GVPD participates in statewide roadside drug testing

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GVPD participates in statewide roadside drug testing

GVL \ Caleb Worpel

GVL \ Caleb Worpel

GVL \ Caleb Worpel

GVL \ Caleb Worpel

Sarah Edgecomb, News Editor

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With the recent legalization of marijuana, the state of Michigan is attempting to offset impaired driving with officer training and a device that can detect drugs similar to a Breathalyzer. 

Three programs are available for police officers: Standardized Field Sobriety Test (SFST), Advanced Roadside Impaired Driving Enforcement (ARIDE) and Drug Recognition Expert (DRE). These programs train officers in noticing and dealing with impaired drivers, with SFST taking three days, ARIDE being a two-day class and DRE requiring three weeks of classes. Assistant Director of Public Safety Jeff Stoll said that the DRE program includes more than 100 hours of training.

“We do a lot of tests, quizzes,” Stoll said. “The academic workload on that is comparable to a semester class shrunk down to three weeks. We’re doing 80 hours of classroom plus the practical component.”

The programs train officers about various drugs, signs of impaired driving, how drugs impact the body and symptoms to watch for in an impaired driver. Stoll said officers are also taught about medical responses such as diabetic reactions that may cause poor driving.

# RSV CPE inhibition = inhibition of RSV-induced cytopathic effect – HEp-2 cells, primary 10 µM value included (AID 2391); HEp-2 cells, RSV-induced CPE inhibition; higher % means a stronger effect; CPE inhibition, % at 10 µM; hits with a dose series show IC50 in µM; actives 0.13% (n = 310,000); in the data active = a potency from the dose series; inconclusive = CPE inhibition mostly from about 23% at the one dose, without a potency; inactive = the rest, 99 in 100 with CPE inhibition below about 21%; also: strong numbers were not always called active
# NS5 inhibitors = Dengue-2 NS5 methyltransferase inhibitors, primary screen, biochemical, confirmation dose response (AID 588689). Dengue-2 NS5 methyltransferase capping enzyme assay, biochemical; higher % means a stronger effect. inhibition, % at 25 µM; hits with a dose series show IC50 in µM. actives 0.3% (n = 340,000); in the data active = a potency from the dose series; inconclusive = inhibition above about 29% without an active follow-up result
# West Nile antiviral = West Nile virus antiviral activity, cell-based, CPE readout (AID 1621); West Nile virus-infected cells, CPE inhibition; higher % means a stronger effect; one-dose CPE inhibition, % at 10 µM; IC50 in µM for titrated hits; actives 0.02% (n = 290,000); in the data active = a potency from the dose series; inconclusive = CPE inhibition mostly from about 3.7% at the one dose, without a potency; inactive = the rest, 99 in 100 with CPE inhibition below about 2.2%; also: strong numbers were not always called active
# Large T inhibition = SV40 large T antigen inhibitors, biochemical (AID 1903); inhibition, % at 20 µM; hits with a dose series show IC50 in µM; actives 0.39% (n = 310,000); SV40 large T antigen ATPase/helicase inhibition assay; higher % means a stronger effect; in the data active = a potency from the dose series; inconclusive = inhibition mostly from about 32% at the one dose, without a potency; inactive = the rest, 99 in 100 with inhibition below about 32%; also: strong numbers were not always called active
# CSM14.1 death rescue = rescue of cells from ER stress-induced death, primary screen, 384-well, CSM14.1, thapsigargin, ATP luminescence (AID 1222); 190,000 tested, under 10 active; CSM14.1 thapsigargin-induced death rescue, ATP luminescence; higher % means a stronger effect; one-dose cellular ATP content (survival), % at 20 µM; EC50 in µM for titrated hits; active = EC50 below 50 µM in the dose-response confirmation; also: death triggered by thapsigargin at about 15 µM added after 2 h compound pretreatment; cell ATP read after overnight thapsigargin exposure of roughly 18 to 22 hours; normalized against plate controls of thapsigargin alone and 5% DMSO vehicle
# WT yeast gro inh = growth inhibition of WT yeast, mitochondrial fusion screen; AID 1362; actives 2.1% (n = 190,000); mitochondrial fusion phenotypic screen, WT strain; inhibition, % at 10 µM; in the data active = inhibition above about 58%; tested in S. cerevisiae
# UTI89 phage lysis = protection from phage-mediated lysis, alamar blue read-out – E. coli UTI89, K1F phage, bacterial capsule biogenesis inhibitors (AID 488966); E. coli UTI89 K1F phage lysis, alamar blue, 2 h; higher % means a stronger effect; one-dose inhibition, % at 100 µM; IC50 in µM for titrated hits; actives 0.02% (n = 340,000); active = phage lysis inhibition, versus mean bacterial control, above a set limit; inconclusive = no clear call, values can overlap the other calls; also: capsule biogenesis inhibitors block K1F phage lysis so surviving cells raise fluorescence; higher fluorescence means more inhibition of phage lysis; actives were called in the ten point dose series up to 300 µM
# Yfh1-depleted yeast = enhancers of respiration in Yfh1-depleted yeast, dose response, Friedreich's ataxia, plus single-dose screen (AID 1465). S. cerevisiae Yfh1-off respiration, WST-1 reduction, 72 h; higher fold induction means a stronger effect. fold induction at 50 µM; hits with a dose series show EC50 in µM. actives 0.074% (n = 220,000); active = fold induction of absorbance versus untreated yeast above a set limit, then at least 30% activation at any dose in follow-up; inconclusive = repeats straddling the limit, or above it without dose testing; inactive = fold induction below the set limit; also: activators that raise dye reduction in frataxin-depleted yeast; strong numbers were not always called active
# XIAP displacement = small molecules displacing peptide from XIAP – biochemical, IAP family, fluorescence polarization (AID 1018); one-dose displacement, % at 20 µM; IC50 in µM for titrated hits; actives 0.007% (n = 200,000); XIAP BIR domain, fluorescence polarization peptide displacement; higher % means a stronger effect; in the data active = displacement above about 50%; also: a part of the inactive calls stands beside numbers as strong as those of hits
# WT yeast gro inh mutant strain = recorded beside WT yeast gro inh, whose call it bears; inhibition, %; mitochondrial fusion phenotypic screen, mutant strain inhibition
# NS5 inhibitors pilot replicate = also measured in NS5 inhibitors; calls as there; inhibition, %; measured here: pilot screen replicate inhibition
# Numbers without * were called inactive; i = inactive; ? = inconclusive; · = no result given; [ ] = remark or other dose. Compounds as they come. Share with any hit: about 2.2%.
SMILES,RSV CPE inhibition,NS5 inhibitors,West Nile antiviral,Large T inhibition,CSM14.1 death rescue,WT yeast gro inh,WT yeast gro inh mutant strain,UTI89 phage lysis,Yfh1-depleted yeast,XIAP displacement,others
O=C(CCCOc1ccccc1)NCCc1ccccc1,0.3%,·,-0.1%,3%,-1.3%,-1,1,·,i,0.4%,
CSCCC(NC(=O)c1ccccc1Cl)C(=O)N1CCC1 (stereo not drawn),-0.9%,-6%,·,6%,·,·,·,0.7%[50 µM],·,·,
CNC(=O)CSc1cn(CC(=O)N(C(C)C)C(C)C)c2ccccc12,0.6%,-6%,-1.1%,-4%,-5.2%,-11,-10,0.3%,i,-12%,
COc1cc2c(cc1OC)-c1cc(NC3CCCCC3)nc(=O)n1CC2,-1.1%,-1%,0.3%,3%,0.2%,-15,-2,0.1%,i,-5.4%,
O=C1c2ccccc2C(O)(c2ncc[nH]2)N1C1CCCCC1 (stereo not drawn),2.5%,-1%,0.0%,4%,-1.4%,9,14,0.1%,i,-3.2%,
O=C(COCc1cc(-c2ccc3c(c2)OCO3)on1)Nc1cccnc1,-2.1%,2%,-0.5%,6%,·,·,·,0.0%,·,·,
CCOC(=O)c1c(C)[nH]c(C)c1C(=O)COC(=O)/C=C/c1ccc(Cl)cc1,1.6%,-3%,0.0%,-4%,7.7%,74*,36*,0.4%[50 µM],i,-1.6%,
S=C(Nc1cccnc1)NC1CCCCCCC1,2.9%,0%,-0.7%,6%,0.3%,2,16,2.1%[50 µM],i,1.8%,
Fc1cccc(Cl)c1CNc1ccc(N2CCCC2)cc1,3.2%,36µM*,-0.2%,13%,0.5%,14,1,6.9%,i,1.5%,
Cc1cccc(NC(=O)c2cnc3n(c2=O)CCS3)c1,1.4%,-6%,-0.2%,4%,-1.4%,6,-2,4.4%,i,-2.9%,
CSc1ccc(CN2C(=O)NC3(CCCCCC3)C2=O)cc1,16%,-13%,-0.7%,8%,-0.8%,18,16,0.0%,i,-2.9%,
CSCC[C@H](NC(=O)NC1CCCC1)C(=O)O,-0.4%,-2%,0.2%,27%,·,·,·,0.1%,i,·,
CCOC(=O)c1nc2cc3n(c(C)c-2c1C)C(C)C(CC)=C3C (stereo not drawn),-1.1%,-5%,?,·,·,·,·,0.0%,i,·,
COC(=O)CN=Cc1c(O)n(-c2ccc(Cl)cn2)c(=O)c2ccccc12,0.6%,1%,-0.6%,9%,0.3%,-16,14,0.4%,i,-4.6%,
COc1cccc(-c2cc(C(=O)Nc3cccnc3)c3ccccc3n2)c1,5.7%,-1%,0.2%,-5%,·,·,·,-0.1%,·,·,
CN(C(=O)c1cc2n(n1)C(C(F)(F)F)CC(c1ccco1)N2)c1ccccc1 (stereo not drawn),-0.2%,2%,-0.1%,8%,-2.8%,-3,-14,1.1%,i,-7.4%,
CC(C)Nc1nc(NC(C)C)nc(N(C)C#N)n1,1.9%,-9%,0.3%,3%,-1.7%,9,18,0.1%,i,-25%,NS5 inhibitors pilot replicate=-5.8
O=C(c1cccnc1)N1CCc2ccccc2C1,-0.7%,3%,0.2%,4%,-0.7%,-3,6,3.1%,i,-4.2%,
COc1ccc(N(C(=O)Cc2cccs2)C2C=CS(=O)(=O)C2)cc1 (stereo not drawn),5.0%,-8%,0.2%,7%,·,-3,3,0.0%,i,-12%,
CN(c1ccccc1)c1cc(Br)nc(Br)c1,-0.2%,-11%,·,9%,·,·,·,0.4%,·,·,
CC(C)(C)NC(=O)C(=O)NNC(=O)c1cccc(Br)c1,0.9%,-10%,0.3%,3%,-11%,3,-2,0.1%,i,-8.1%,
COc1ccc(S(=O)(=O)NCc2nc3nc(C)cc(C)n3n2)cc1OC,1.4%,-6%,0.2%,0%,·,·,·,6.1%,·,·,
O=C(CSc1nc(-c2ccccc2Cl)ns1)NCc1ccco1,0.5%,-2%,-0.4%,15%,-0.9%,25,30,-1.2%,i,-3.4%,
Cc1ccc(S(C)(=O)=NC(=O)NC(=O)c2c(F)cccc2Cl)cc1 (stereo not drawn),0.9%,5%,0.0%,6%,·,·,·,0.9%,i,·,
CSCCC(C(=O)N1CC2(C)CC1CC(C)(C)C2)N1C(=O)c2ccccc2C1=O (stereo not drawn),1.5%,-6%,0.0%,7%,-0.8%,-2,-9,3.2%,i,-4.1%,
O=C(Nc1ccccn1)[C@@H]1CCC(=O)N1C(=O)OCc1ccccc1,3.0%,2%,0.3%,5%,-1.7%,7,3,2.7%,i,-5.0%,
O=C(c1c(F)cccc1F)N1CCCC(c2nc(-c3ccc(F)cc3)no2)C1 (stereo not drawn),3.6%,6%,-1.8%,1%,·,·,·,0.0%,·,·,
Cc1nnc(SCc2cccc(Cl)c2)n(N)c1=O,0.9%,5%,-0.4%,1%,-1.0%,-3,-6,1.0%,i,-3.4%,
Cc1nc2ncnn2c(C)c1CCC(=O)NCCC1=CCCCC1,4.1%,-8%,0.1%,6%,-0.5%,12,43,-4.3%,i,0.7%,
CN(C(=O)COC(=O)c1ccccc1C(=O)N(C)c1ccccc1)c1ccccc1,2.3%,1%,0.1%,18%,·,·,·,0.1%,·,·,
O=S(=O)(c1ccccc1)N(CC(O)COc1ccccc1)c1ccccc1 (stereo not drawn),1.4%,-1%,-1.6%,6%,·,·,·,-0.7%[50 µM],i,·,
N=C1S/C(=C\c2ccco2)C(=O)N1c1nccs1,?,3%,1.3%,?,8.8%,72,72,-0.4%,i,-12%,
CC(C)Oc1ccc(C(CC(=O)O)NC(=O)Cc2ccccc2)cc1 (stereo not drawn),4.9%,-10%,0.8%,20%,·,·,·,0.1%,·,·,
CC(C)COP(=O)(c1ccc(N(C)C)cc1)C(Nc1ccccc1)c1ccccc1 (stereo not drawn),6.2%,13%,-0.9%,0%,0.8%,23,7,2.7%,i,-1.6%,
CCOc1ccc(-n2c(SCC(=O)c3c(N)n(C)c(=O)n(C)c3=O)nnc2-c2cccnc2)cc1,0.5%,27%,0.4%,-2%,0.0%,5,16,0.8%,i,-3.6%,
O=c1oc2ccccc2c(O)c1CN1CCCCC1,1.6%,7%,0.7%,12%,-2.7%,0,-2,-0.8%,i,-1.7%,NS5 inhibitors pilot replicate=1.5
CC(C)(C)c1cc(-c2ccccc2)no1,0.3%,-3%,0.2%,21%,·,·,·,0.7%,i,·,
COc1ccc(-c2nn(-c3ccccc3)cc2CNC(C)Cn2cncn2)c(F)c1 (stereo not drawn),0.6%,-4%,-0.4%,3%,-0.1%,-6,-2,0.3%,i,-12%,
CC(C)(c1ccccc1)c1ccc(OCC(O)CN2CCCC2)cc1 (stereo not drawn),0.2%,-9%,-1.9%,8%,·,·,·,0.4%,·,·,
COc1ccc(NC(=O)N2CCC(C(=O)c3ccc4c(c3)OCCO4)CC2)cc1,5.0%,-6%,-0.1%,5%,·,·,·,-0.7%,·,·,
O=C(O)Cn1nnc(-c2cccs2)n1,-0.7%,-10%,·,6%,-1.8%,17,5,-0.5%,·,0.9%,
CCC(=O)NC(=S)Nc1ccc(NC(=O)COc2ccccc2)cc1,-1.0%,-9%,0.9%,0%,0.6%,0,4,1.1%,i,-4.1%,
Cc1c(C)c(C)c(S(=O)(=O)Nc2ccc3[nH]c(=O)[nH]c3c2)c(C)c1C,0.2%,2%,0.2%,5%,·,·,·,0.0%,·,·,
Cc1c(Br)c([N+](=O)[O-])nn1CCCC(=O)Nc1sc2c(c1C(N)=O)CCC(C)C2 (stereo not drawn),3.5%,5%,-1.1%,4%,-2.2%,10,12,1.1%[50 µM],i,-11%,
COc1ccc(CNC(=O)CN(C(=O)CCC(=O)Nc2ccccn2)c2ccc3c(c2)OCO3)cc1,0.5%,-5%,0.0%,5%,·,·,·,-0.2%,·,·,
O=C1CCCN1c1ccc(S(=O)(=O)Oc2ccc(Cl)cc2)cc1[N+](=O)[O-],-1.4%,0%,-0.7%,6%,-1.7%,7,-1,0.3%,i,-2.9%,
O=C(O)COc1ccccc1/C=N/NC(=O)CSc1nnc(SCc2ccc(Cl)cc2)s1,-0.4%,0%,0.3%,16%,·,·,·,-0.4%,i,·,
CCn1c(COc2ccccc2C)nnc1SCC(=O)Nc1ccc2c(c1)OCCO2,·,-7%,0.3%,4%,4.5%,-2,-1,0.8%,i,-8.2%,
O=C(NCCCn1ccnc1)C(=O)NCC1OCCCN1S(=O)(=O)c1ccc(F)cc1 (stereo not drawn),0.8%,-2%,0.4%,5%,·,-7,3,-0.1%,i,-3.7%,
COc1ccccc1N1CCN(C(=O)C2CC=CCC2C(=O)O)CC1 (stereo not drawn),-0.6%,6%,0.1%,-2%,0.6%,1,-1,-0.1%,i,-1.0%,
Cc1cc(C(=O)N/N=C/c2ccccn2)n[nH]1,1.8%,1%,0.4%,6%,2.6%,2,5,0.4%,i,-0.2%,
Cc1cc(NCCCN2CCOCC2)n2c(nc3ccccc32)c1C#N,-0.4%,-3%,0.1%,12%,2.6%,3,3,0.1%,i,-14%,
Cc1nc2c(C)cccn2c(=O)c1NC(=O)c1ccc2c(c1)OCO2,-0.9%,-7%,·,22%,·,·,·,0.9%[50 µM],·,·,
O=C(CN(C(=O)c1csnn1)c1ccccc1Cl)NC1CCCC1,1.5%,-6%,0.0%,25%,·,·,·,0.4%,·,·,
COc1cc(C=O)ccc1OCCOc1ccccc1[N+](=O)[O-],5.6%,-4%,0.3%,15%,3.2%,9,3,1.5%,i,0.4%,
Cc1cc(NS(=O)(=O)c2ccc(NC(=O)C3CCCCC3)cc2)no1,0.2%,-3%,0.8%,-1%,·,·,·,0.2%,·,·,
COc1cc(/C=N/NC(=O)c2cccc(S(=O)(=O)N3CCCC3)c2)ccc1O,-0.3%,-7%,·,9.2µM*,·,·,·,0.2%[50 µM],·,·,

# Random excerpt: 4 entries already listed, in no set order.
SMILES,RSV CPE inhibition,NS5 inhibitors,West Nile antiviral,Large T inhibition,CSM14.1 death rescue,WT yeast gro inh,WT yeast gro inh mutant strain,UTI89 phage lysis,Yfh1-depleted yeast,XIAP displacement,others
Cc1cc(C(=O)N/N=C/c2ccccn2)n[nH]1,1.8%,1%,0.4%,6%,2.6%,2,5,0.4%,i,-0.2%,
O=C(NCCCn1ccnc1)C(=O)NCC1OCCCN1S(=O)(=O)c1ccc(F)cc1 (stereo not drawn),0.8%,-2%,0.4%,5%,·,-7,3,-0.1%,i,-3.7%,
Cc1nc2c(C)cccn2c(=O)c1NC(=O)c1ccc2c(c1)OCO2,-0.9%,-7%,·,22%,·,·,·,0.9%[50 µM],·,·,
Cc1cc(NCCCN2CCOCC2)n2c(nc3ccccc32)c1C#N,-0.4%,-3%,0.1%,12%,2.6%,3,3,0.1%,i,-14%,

While Michigan only has around 100 DREs, Stoll holds the title at Grand Valley State University. This allows him to use the drug testing device that the state is currently testing.

The first round of testing for the oral fluid test ran from November 2017 through November 2018 in a handful of counties, since expanding to the entire state in order to better understand the device’s reliability. 

The machine requires a swab test that is inserted into the console, which tests for different types of drugs. This device can be helpful during roadside stops since it produces results in minutes. These results are then sent in and accumulated to gather data on its reliability before the machine can be more widely implemented.

“The long-term plan is to find a reliable device,” Stoll said. “The state is rolling it in multiple phases to try to say here’s what we would like to use, here’s the reliability we’ve seen over multiple years before we try to implement it.”

Although recreational marijuana is now legal for people over 21, driving while impaired is illegal. Stoll said that alcohol-related drunk driving numbers have decreased both nationally and at GVSU in the past 10 years, but that drug-related incidents are on the rise. At GVSU, six officers are ARIDE certified along with Stoll’s role as a DRE in order to combat these numbers.

Stoll said that the programs and roadside testing help officers with the difficulty of spotting and enforcing drug-related impaired driving.

“Proving (the use of drugs) is more difficult than alcohol,” Stoll said. “Alcohol is more predictable. Drug-related reactions are hard to map out. They’re different between people.”

These oral fluid devices may become more common if the next round of testing finds the device to be reliable and helpful for officers trying to spot impaired drivers.